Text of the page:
Can Geothermal Complement Your Existing Heating System?

Geothermal Heating System?

Geothermal heating is an eco-friendly method of regulating the temperature that uses renewable energy sources. In many ways, geothermal heating and cooling work a lot like a traditional heat pump. When it is cold outside, heat is pumped inside while cool air is moved outside. When it is hot outside, the process is reversed to keep a cool temperature inside. When it comes to geothermal heating and cooling, rather than using an appliance powered by non-renewable energy sources, heat energy is gathered from below ground and transferred inside. During the summer, like with a heat pump, this process is reversed and heat from inside is transferred back below the ground.

A ground source geothermal heat pump can work with your existing heating system to enhance its performance and reduce your overall energy consumption. That is because at a certain depth below ground there is a significant amount of heat stored. This may come as a surprise to some, as most people get the impression that the deeper underground you dig, the colder the earth will get. While this is true to a certain depth, once you get lower than depths of 2.5 to 3 metres you will actually encounter thermal energy that keeps the temperature at or near the average annual air temperature. In Vancouver and the surrounding lower mainland, that temperature remains at roughly 11 degrees Celsius throughout the entire year. This geothermal energy, which originates from the sun’s heat, is used to provide temperature control above ground.

Types of Geothermal Energy Sources

There are a number of ways you can harness geothermal energy for use in your home or commercial property, but each method functions according to the same basic principle. The geothermal energy from beneath the ground is moved above ground using a looped system of pipes that continuously circulate water. This water circulation allows the heat to be transferred above ground where it can be used to provide space heating inside. There are four types of ground loops that can harness geothermal energy and efficiently transfer it inside.

Horizontal Loop

A horizontal loop requires a significant amount of space to be installed on a property, since it ranges in lengths from 100 to 400 feet. Trenches are dug at the appropriate depth and pipes are run along the entire length of the trench system where they can move water and gather heat energy.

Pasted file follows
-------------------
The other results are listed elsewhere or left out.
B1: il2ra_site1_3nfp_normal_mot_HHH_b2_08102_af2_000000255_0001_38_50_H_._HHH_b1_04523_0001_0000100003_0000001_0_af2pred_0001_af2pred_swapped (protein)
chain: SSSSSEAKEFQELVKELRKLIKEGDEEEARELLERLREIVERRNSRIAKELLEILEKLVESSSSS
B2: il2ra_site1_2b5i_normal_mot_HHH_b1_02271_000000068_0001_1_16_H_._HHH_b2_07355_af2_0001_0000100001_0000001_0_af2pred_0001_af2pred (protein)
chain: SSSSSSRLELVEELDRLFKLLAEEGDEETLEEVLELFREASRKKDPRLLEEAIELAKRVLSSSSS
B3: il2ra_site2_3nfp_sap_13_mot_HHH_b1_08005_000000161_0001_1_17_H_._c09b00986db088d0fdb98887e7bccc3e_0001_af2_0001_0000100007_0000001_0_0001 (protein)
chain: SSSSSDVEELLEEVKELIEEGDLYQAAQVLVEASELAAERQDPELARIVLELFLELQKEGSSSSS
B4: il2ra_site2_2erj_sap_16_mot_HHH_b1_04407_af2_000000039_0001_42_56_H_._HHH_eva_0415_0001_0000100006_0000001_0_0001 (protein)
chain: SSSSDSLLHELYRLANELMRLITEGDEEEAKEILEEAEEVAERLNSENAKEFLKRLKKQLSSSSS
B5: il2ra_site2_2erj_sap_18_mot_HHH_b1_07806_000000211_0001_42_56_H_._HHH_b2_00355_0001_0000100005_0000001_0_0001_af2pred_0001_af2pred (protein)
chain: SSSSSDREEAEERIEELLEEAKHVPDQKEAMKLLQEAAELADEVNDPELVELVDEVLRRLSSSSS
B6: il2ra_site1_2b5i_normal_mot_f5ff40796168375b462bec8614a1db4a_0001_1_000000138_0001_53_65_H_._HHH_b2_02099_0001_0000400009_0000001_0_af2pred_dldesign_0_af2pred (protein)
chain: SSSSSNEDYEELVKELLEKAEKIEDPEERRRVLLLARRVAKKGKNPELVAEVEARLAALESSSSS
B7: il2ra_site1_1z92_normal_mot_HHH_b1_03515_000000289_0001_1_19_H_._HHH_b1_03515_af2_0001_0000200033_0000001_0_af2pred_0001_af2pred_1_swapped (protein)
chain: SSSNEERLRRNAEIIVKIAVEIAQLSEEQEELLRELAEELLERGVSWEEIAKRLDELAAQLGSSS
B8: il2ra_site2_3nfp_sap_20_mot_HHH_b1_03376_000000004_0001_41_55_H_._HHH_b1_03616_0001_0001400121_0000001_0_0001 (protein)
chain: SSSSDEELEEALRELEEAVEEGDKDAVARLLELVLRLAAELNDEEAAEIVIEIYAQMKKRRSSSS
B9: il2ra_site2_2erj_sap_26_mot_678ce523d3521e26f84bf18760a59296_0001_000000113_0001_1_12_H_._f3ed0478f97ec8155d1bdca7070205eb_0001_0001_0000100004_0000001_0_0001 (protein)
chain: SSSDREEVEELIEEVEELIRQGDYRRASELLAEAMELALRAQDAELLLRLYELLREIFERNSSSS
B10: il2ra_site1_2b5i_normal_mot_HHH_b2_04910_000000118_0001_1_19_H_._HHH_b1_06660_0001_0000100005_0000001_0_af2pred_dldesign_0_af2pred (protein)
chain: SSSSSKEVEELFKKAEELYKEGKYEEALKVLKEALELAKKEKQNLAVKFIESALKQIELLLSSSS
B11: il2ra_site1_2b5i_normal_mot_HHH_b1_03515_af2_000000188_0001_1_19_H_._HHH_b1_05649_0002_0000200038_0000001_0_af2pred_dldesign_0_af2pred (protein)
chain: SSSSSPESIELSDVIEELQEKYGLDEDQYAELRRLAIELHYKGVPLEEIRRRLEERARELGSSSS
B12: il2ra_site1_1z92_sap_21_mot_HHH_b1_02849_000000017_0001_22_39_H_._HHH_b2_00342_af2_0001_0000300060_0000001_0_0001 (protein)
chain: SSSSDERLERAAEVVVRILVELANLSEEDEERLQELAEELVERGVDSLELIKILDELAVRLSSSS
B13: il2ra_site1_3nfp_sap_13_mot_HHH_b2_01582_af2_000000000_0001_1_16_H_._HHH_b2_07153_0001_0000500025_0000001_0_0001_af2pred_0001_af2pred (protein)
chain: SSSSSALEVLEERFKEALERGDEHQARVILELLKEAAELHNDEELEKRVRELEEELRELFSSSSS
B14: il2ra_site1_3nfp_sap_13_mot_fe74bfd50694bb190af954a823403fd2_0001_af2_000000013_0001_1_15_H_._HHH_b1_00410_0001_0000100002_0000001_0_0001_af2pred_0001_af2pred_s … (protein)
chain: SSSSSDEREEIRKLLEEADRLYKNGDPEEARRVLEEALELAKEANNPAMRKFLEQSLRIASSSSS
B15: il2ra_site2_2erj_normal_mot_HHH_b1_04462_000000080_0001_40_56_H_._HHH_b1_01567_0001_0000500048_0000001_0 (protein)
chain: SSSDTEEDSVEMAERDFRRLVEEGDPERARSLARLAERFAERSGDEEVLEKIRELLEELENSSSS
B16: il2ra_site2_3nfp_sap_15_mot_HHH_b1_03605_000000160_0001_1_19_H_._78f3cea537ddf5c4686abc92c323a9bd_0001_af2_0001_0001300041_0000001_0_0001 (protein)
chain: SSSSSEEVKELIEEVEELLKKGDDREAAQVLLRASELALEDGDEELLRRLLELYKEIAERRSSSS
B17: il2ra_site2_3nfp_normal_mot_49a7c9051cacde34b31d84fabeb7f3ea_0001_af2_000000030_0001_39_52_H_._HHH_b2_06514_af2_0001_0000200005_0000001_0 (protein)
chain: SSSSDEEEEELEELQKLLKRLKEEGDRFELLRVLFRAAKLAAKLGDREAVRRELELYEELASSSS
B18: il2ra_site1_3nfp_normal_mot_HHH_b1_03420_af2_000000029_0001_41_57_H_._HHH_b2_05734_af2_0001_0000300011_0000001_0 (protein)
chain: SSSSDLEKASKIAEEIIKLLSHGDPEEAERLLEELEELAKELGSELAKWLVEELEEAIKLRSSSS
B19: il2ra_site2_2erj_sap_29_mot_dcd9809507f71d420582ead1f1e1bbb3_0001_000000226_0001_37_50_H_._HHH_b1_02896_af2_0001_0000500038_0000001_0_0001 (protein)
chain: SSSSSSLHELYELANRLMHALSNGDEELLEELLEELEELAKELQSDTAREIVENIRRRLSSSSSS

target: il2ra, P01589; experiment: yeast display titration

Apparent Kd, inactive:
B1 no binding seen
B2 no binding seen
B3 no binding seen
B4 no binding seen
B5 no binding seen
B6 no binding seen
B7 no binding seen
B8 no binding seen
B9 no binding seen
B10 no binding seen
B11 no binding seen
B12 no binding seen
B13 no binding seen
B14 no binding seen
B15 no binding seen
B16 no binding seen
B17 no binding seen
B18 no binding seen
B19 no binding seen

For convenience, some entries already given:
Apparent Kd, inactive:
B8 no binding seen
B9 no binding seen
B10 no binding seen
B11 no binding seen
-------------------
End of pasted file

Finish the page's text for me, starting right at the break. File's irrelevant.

Vertical Loop

When space on a property is limited, a vertical loop is usually the best option for harnessing geothermal energy. Rather than spreading a large trench system across hundreds of feet, drilling equipment is used to dig small holes that are just wide enough for the size of the water pipes. These holes can reach depths of anywhere between 75 and 300 feet. Just like a horizontal loop, water is pumped through these pipes which allows heat to be moved from deep underground to the surface where it can be used to heat your home.

Pond Loop

Geothermal heat can also be found below water at a certain depth. If you have access to an adequately sized body of water near your property, you can save a lot of time, money and energy without having to dig deep underground. Pond loops are simply installed using an open loop system in which pipes are sunk to the bottom of the lake or pond where ground water can be gathered as the geothermal heat source.

Open Loop

The most economical of the four options is the open loop system. Here, groundwater is again used as a direct energy source, even if your property is not near an actual body of water. This system requires ideal conditions to function adequately, where there is easy, direct access to groundwater.

In short, a geothermal heating system can certainly compliment your existing heating system. Not only will you be able to heat your home more efficiently, you will also find that the geothermal system makes it easier to keep the inside air cool during the hot summer months. This eco-friendly approach to climate control is ideal for areas that see relatively moderate temperatures year round, though due to the abundance of thermal energy generated by the sun that is located below ground, it is really a question of which type of geothermal system will best be able to access that energy. For more information about geothermal energy and how you can supplement your existing heating system with a renewable energy source, be sure to contact the friendly experts at Lillie Family today.

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